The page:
Autumn bird migration news: Garden warblers, flycatchers, chats and waders
The intricately-patterned wryneck © Jill Pakenham/BTO
Easterly winds and drizzle dumped a scattering of migrants along the east coast this week. On a wander down the three-mile long shingle spit of Blakeney Point in Norfolk on Tuesday I was quite surprised to find that the most numerous warbler species was the usually unobtrusive garden warbler, while willow warblers and whitethroats were rather few and far between.
I was also fortunate enough to encounter some scarcer migrants from further east, including a smart greenish warbler (a species which regularly breeds no closer than eastern Scandinavia), a skittish red-backed shrike and a wryneck. The latter is an intricately-patterned and rather peculiar member of the woodpecker family, and late August/early September is a great time to look for them, particularly on the south and east coasts.
Whimbrel are at their peak right now © Ron Marshall/BTO
Late August is also the peak time for several migratory species of wading birds. Just last week, a flock of seven whimbrel flew over me in the unlikely location of a patch of Forestry Commission land in Thetford Forest, highlighting the broad front across which many species migrate. The BirdTrack reporting rate for whimbrel shows a really clear pattern of two peaks of sightings, the first in May and the second right now. One of the best ways to detect this curlew-like wader as it passes overhead is its piping, whistled calls, which you can listen to here.
Question of the week: How do birds find their way? (Part 1)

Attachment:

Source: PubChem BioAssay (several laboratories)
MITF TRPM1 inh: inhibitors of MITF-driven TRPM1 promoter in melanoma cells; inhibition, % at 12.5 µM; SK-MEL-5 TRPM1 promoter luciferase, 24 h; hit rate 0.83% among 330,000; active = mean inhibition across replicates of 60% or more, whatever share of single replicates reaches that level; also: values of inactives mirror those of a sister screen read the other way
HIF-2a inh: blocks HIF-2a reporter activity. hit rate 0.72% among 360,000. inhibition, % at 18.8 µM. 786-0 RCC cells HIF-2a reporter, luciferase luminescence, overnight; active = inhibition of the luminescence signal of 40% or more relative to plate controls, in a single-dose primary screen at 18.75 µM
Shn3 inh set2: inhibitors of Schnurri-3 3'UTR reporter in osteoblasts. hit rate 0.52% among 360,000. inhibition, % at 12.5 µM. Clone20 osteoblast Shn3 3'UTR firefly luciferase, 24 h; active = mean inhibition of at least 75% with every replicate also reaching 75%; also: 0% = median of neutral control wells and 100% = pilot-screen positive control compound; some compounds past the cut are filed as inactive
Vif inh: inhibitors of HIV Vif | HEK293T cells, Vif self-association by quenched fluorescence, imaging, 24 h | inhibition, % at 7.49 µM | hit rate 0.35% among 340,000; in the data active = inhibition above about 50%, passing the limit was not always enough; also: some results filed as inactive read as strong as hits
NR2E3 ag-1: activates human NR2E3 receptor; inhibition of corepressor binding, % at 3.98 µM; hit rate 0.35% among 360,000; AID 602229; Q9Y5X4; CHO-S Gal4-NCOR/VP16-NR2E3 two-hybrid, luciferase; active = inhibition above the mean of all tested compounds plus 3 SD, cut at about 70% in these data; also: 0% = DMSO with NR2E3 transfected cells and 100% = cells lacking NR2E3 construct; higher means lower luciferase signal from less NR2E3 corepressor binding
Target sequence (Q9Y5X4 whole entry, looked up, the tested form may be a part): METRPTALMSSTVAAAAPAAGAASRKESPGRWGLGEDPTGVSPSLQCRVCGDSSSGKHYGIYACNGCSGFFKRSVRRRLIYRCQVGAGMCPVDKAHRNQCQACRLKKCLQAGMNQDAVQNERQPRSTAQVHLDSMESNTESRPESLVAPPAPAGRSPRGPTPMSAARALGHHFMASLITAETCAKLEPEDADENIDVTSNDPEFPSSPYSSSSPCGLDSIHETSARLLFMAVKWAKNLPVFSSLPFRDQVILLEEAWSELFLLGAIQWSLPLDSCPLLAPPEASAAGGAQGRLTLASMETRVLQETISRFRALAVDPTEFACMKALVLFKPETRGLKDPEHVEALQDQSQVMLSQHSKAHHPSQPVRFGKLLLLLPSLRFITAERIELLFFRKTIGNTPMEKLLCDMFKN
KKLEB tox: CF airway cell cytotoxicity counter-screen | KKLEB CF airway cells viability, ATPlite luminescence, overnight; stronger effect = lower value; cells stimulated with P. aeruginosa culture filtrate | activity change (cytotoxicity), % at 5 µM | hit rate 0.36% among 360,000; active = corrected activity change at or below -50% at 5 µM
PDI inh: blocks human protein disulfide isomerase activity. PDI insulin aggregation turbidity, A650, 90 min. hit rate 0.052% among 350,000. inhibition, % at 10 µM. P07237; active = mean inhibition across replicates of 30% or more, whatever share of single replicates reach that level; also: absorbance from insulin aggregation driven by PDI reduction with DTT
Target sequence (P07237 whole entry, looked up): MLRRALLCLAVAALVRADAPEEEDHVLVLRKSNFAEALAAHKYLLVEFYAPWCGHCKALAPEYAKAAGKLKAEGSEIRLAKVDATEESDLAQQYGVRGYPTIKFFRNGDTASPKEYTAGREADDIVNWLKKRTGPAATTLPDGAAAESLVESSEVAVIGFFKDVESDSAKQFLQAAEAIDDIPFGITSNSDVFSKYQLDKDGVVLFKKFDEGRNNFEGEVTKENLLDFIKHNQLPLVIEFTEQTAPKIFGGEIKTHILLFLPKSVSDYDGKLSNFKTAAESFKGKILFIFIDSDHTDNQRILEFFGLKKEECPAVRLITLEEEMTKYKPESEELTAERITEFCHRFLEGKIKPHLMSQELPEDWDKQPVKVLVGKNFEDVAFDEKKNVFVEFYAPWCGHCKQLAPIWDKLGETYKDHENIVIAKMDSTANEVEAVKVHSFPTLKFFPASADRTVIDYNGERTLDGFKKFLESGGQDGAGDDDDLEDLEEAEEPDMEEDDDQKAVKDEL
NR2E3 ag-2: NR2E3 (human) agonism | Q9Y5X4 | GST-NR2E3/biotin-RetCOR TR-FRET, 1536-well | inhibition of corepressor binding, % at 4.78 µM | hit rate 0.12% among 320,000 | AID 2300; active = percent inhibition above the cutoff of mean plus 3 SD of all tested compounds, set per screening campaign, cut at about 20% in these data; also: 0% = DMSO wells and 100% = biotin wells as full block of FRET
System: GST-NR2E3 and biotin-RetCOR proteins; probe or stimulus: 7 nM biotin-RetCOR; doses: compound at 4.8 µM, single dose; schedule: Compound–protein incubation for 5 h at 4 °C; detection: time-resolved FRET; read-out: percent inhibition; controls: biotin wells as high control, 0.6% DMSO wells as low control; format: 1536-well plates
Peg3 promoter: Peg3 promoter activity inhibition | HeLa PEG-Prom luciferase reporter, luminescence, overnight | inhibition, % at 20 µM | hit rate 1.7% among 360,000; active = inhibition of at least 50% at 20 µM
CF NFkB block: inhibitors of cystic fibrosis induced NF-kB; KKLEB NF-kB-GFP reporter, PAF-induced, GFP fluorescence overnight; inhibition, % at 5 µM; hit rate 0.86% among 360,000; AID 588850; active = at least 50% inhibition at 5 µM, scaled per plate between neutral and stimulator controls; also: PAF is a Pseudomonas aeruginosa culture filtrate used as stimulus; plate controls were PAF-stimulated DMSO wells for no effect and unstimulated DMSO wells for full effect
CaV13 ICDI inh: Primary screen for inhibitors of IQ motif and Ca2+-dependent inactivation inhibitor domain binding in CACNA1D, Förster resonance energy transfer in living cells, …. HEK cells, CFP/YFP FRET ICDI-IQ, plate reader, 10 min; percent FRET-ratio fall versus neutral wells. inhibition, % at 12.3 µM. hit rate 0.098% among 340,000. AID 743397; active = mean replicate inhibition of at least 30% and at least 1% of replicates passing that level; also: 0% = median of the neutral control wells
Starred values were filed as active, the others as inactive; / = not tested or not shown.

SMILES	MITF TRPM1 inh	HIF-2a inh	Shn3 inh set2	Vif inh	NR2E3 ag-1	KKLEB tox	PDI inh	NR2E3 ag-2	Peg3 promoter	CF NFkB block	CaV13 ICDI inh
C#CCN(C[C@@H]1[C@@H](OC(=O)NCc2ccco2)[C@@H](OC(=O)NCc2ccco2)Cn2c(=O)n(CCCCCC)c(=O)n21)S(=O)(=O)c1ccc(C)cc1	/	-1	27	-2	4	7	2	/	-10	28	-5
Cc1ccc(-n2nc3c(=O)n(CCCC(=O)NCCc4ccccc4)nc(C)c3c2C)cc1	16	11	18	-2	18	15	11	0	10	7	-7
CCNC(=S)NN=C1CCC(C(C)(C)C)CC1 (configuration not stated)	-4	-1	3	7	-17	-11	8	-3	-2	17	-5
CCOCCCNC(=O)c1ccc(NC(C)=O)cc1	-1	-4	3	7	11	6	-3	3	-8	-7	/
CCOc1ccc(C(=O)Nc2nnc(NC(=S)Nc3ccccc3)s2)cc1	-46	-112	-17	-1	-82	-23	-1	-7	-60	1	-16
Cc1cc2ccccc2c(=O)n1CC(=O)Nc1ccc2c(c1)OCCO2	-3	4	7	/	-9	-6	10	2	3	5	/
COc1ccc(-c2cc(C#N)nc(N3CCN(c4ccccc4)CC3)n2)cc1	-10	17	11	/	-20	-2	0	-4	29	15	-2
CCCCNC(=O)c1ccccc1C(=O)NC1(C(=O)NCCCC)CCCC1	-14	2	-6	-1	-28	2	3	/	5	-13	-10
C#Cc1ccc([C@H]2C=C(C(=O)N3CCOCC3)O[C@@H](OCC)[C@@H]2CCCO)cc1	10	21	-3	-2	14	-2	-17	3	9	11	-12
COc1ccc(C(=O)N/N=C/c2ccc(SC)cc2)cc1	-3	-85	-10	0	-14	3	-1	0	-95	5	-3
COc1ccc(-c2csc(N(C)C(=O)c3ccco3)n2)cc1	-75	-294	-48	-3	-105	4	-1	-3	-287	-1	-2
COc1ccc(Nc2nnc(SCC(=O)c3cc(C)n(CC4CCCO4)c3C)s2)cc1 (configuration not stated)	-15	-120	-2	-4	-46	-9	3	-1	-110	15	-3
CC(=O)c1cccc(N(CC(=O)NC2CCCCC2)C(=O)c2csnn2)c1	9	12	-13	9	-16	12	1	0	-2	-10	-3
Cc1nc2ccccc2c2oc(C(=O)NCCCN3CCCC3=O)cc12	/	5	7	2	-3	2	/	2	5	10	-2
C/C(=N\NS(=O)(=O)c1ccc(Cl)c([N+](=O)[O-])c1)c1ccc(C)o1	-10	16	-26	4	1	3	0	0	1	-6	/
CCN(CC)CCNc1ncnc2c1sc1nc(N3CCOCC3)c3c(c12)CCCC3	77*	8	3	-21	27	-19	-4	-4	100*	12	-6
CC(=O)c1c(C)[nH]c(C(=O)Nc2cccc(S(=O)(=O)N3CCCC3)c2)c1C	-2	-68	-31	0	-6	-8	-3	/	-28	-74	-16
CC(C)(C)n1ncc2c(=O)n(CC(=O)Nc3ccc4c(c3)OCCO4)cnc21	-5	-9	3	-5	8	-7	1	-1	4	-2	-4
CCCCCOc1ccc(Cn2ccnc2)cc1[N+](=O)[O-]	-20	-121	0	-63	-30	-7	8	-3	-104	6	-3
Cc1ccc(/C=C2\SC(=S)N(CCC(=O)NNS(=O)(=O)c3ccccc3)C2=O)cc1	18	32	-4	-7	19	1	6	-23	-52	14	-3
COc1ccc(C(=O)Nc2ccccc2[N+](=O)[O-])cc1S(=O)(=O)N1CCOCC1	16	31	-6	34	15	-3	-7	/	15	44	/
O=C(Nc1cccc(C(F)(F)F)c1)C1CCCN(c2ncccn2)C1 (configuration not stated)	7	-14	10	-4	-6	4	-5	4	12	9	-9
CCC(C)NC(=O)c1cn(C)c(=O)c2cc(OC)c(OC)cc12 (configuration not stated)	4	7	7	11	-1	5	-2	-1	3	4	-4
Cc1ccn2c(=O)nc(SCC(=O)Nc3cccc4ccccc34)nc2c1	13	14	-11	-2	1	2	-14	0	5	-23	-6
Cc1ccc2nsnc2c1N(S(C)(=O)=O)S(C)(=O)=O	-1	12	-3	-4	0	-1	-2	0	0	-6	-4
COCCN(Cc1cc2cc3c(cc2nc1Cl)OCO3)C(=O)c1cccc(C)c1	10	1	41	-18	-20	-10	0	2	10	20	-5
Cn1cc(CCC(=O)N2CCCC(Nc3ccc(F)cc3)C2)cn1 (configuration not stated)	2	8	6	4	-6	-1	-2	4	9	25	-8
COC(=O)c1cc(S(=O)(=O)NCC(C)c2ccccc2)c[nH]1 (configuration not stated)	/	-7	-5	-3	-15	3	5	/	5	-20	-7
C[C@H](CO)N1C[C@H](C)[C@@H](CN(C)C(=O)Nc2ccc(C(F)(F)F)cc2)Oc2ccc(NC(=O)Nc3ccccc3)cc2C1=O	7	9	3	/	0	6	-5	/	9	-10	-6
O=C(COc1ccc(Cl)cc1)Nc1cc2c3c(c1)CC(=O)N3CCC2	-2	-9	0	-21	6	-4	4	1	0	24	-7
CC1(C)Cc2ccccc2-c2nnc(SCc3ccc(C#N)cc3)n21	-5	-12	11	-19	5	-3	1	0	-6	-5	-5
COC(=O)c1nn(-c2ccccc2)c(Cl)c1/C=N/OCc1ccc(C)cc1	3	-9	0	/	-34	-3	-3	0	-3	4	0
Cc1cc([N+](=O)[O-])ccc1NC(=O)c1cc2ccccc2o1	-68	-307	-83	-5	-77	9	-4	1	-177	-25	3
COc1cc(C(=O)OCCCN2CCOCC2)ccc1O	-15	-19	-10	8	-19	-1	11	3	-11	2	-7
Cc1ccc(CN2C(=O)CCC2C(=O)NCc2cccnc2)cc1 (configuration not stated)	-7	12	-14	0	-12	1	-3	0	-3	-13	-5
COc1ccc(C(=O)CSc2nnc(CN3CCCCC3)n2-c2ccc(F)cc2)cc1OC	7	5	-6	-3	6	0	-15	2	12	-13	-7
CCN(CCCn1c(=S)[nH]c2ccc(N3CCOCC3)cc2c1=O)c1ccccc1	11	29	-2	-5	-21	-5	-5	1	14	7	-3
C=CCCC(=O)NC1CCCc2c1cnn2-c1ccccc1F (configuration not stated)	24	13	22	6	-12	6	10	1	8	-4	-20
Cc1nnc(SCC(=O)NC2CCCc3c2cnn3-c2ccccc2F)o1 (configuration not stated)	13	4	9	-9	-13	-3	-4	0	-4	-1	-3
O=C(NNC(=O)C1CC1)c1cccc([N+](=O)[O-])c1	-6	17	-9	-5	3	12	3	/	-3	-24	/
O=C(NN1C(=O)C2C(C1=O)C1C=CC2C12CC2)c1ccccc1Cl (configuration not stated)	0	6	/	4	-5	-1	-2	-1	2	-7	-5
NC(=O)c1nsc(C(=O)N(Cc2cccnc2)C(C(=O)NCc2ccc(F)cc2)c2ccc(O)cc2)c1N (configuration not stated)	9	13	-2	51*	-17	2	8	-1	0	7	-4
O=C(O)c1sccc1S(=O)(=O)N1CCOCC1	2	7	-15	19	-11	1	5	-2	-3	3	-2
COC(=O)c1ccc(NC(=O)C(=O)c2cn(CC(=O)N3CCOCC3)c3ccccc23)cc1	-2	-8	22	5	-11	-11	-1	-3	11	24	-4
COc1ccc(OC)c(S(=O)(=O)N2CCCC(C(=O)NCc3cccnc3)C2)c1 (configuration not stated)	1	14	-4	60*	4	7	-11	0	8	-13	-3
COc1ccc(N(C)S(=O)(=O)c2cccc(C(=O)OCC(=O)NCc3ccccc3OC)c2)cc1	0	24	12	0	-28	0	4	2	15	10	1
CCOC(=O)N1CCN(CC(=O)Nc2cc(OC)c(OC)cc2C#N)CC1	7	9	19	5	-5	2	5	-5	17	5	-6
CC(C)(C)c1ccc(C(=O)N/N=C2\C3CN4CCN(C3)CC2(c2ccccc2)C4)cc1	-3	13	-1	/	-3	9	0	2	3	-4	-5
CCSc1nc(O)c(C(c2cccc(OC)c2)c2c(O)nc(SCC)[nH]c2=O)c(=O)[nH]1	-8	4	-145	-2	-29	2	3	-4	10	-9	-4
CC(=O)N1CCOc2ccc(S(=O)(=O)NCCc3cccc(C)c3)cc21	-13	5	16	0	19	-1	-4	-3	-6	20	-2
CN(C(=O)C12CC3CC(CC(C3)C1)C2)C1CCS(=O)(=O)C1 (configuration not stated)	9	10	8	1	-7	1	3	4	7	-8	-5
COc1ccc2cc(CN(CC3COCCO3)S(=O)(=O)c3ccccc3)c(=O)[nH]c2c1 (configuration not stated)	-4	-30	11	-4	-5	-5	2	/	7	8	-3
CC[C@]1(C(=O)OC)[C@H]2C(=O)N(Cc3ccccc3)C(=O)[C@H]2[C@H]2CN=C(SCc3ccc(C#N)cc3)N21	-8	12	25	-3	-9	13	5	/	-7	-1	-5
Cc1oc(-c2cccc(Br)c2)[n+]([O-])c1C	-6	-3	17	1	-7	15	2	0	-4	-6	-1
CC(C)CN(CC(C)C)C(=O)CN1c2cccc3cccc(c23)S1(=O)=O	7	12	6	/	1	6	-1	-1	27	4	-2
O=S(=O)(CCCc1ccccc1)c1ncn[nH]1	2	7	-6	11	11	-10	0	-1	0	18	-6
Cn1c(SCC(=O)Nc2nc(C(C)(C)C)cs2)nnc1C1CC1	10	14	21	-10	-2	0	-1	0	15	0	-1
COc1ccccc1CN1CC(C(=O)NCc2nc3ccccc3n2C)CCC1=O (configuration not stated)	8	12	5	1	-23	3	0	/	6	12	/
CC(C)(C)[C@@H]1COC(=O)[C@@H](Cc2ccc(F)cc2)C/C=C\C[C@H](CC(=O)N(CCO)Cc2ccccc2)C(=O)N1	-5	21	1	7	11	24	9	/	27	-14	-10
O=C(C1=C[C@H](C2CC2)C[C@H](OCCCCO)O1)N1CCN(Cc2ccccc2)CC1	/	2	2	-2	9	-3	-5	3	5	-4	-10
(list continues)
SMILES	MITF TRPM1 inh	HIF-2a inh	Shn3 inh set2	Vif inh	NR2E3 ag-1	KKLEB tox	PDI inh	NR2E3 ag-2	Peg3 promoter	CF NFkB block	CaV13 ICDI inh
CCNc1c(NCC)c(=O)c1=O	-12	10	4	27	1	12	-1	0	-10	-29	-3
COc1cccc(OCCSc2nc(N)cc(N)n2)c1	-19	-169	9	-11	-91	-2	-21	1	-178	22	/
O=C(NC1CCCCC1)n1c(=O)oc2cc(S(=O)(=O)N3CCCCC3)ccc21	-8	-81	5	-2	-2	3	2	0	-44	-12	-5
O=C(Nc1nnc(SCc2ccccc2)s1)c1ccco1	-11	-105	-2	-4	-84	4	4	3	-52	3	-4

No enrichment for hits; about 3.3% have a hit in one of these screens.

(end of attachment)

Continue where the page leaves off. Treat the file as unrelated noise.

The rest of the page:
How migratory birds are able to navigate their way to and from their breeding grounds, often across vast distances, is one of the enduring questions posed by the natural world. We think that there are three key parts this mystery: birds' use of magnetic, celestial and visual cues. Over the next few weeks we'll take each of these in turn and try to explain a bit about how it works.
First up, magnetic cues. There's good experimental evidence that some species of bird are able to detect the Earth's magnetic field. Crystals of an iron-based mineral called magnetite have been discovered in the brains of pigeons, amongst other species, and these are thought to give the bird the ability to sense the polarity of the Earth's magnetic field.
An 'internal compass' is a pretty handy tool to have if you're a migratory bird, allowing you to migrate in roughly the right direction even if you can't see exactly where you're going. It is no good having a compass without a map though and we'll talk about the avian equivalent of a road atlas in a later post.
Have you noticed any birds leaving yet? Anything unsual or suprising? As always, we'd love to hear, so post a comment below.